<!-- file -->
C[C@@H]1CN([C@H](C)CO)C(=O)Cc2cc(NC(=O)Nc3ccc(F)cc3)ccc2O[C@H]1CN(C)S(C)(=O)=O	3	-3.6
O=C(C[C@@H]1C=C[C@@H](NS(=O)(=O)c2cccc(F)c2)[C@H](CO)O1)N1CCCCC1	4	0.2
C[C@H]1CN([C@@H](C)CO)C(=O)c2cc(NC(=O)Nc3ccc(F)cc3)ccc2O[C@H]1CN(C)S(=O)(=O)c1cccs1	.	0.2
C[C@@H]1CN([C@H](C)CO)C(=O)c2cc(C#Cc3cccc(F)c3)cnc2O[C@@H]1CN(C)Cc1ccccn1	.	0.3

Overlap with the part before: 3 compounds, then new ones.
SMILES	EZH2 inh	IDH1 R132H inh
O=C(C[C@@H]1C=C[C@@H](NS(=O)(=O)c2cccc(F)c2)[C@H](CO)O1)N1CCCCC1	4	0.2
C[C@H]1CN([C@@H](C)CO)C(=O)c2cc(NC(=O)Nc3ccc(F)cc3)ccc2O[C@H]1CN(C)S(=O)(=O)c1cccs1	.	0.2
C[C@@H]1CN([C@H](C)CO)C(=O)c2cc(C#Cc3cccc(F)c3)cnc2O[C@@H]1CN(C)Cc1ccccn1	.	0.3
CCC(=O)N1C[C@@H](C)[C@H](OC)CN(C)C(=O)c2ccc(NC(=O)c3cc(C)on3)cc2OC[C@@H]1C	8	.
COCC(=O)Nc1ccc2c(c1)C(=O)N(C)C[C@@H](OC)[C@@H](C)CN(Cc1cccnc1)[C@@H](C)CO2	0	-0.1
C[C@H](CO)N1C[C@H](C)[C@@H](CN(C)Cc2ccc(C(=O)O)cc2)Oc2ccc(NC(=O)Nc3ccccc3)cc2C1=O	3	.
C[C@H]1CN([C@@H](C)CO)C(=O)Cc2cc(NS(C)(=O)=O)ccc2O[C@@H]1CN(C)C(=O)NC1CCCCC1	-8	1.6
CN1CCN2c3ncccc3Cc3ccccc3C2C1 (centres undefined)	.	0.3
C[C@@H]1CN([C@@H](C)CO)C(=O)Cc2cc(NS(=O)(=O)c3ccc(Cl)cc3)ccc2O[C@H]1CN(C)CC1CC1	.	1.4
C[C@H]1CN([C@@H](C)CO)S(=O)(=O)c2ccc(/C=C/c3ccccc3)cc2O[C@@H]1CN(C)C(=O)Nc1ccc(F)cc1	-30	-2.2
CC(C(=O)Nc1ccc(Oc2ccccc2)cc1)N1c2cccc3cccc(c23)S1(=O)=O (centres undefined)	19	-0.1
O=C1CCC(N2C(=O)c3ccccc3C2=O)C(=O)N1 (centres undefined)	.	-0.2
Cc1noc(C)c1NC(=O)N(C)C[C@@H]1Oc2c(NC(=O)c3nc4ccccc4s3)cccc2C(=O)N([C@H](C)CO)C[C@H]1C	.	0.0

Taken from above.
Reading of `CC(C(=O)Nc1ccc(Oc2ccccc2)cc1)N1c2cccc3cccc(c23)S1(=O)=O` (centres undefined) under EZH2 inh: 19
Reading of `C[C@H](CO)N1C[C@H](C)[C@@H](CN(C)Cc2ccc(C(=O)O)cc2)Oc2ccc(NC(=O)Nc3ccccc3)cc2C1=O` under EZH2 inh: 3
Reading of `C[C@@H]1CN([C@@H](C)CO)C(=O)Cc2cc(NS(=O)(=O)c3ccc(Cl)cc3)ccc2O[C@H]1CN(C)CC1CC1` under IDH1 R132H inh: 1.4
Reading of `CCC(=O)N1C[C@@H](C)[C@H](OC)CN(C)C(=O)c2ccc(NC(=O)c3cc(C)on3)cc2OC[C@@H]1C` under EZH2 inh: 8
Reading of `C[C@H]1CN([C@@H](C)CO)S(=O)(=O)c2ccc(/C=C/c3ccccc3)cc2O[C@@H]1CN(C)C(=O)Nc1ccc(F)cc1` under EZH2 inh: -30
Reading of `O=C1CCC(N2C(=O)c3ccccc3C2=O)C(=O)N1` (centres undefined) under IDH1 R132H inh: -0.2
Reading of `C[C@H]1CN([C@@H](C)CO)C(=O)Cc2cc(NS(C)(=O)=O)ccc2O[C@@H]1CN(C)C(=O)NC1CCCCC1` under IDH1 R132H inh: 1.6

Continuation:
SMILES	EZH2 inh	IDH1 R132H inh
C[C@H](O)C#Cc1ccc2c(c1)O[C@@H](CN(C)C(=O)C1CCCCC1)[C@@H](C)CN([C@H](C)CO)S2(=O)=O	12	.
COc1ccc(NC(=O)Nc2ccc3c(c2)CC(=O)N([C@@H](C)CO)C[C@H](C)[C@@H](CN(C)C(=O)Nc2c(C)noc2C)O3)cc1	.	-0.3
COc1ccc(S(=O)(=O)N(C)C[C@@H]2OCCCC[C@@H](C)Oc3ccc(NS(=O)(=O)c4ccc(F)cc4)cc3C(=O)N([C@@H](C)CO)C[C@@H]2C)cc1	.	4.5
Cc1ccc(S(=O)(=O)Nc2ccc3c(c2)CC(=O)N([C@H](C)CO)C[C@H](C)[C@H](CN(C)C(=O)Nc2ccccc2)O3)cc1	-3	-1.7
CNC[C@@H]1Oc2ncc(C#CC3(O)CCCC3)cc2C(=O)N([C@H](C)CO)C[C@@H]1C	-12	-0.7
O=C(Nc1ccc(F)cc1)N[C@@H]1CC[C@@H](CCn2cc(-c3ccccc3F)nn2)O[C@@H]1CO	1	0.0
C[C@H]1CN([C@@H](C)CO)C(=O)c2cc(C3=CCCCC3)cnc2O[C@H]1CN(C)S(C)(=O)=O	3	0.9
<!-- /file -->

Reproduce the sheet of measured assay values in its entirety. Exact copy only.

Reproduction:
C[C@@H]1CN([C@H](C)CO)C(=O)Cc2cc(NC(=O)Nc3ccc(F)cc3)ccc2O[C@H]1CN(C)S(C)(=O)=O	3	-3.6
O=C(C[C@@H]1C=C[C@@H](NS(=O)(=O)c2cccc(F)c2)[C@H](CO)O1)N1CCCCC1	4	0.2
C[C@H]1CN([C@@H](C)CO)C(=O)c2cc(NC(=O)Nc3ccc(F)cc3)ccc2O[C@H]1CN(C)S(=O)(=O)c1cccs1	.	0.2
C[C@@H]1CN([C@H](C)CO)C(=O)c2cc(C#Cc3cccc(F)c3)cnc2O[C@@H]1CN(C)Cc1ccccn1	.	0.3

Overlap with the part before: 3 compounds, then new ones.
SMILES	EZH2 inh	IDH1 R132H inh
O=C(C[C@@H]1C=C[C@@H](NS(=O)(=O)c2cccc(F)c2)[C@H](CO)O1)N1CCCCC1	4	0.2
C[C@H]1CN([C@@H](C)CO)C(=O)c2cc(NC(=O)Nc3ccc(F)cc3)ccc2O[C@H]1CN(C)S(=O)(=O)c1cccs1	.	0.2
C[C@@H]1CN([C@H](C)CO)C(=O)c2cc(C#Cc3cccc(F)c3)cnc2O[C@@H]1CN(C)Cc1ccccn1	.	0.3
CCC(=O)N1C[C@@H](C)[C@H](OC)CN(C)C(=O)c2ccc(NC(=O)c3cc(C)on3)cc2OC[C@@H]1C	8	.
COCC(=O)Nc1ccc2c(c1)C(=O)N(C)C[C@@H](OC)[C@@H](C)CN(Cc1cccnc1)[C@@H](C)CO2	0	-0.1
C[C@H](CO)N1C[C@H](C)[C@@H](CN(C)Cc2ccc(C(=O)O)cc2)Oc2ccc(NC(=O)Nc3ccccc3)cc2C1=O	3	.
C[C@H]1CN([C@@H](C)CO)C(=O)Cc2cc(NS(C)(=O)=O)ccc2O[C@@H]1CN(C)C(=O)NC1CCCCC1	-8	1.6
CN1CCN2c3ncccc3Cc3ccccc3C2C1 (centres undefined)	.	0.3
C[C@@H]1CN([C@@H](C)CO)C(=O)Cc2cc(NS(=O)(=O)c3ccc(Cl)cc3)ccc2O[C@H]1CN(C)CC1CC1	.	1.4
C[C@H]1CN([C@@H](C)CO)S(=O)(=O)c2ccc(/C=C/c3ccccc3)cc2O[C@@H]1CN(C)C(=O)Nc1ccc(F)cc1	-30	-2.2
CC(C(=O)Nc1ccc(Oc2ccccc2)cc1)N1c2cccc3cccc(c23)S1(=O)=O (centres undefined)	19	-0.1
O=C1CCC(N2C(=O)c3ccccc3C2=O)C(=O)N1 (centres undefined)	.	-0.2
Cc1noc(C)c1NC(=O)N(C)C[C@@H]1Oc2c(NC(=O)c3nc4ccccc4s3)cccc2C(=O)N([C@H](C)CO)C[C@H]1C	.	0.0

Taken from above.
Reading of `CC(C(=O)Nc1ccc(Oc2ccccc2)cc1)N1c2cccc3cccc(c23)S1(=O)=O` (centres undefined) under EZH2 inh: 19
Reading of `C[C@H](CO)N1C[C@H](C)[C@@H](CN(C)Cc2ccc(C(=O)O)cc2)Oc2ccc(NC(=O)Nc3ccccc3)cc2C1=O` under EZH2 inh: 3
Reading of `C[C@@H]1CN([C@@H](C)CO)C(=O)Cc2cc(NS(=O)(=O)c3ccc(Cl)cc3)ccc2O[C@H]1CN(C)CC1CC1` under IDH1 R132H inh: 1.4
Reading of `CCC(=O)N1C[C@@H](C)[C@H](OC)CN(C)C(=O)c2ccc(NC(=O)c3cc(C)on3)cc2OC[C@@H]1C` under EZH2 inh: 8
Reading of `C[C@H]1CN([C@@H](C)CO)S(=O)(=O)c2ccc(/C=C/c3ccccc3)cc2O[C@@H]1CN(C)C(=O)Nc1ccc(F)cc1` under EZH2 inh: -30
Reading of `O=C1CCC(N2C(=O)c3ccccc3C2=O)C(=O)N1` (centres undefined) under IDH1 R132H inh: -0.2
Reading of `C[C@H]1CN([C@@H](C)CO)C(=O)Cc2cc(NS(C)(=O)=O)ccc2O[C@@H]1CN(C)C(=O)NC1CCCCC1` under IDH1 R132H inh: 1.6

Continuation:
SMILES	EZH2 inh	IDH1 R132H inh
C[C@H](O)C#Cc1ccc2c(c1)O[C@@H](CN(C)C(=O)C1CCCCC1)[C@@H](C)CN([C@H](C)CO)S2(=O)=O	12	.
COc1ccc(NC(=O)Nc2ccc3c(c2)CC(=O)N([C@@H](C)CO)C[C@H](C)[C@@H](CN(C)C(=O)Nc2c(C)noc2C)O3)cc1	.	-0.3
COc1ccc(S(=O)(=O)N(C)C[C@@H]2OCCCC[C@@H](C)Oc3ccc(NS(=O)(=O)c4ccc(F)cc4)cc3C(=O)N([C@@H](C)CO)C[C@@H]2C)cc1	.	4.5
Cc1ccc(S(=O)(=O)Nc2ccc3c(c2)CC(=O)N([C@H](C)CO)C[C@H](C)[C@H](CN(C)C(=O)Nc2ccccc2)O3)cc1	-3	-1.7
CNC[C@@H]1Oc2ncc(C#CC3(O)CCCC3)cc2C(=O)N([C@H](C)CO)C[C@@H]1C	-12	-0.7
O=C(Nc1ccc(F)cc1)N[C@@H]1CC[C@@H](CCn2cc(-c3ccccc3F)nn2)O[C@@H]1CO	1	0.0
C[C@H]1CN([C@@H](C)CO)C(=O)c2cc(C3=CCCCC3)cnc2O[C@H]1CN(C)S(C)(=O)=O	3	0.9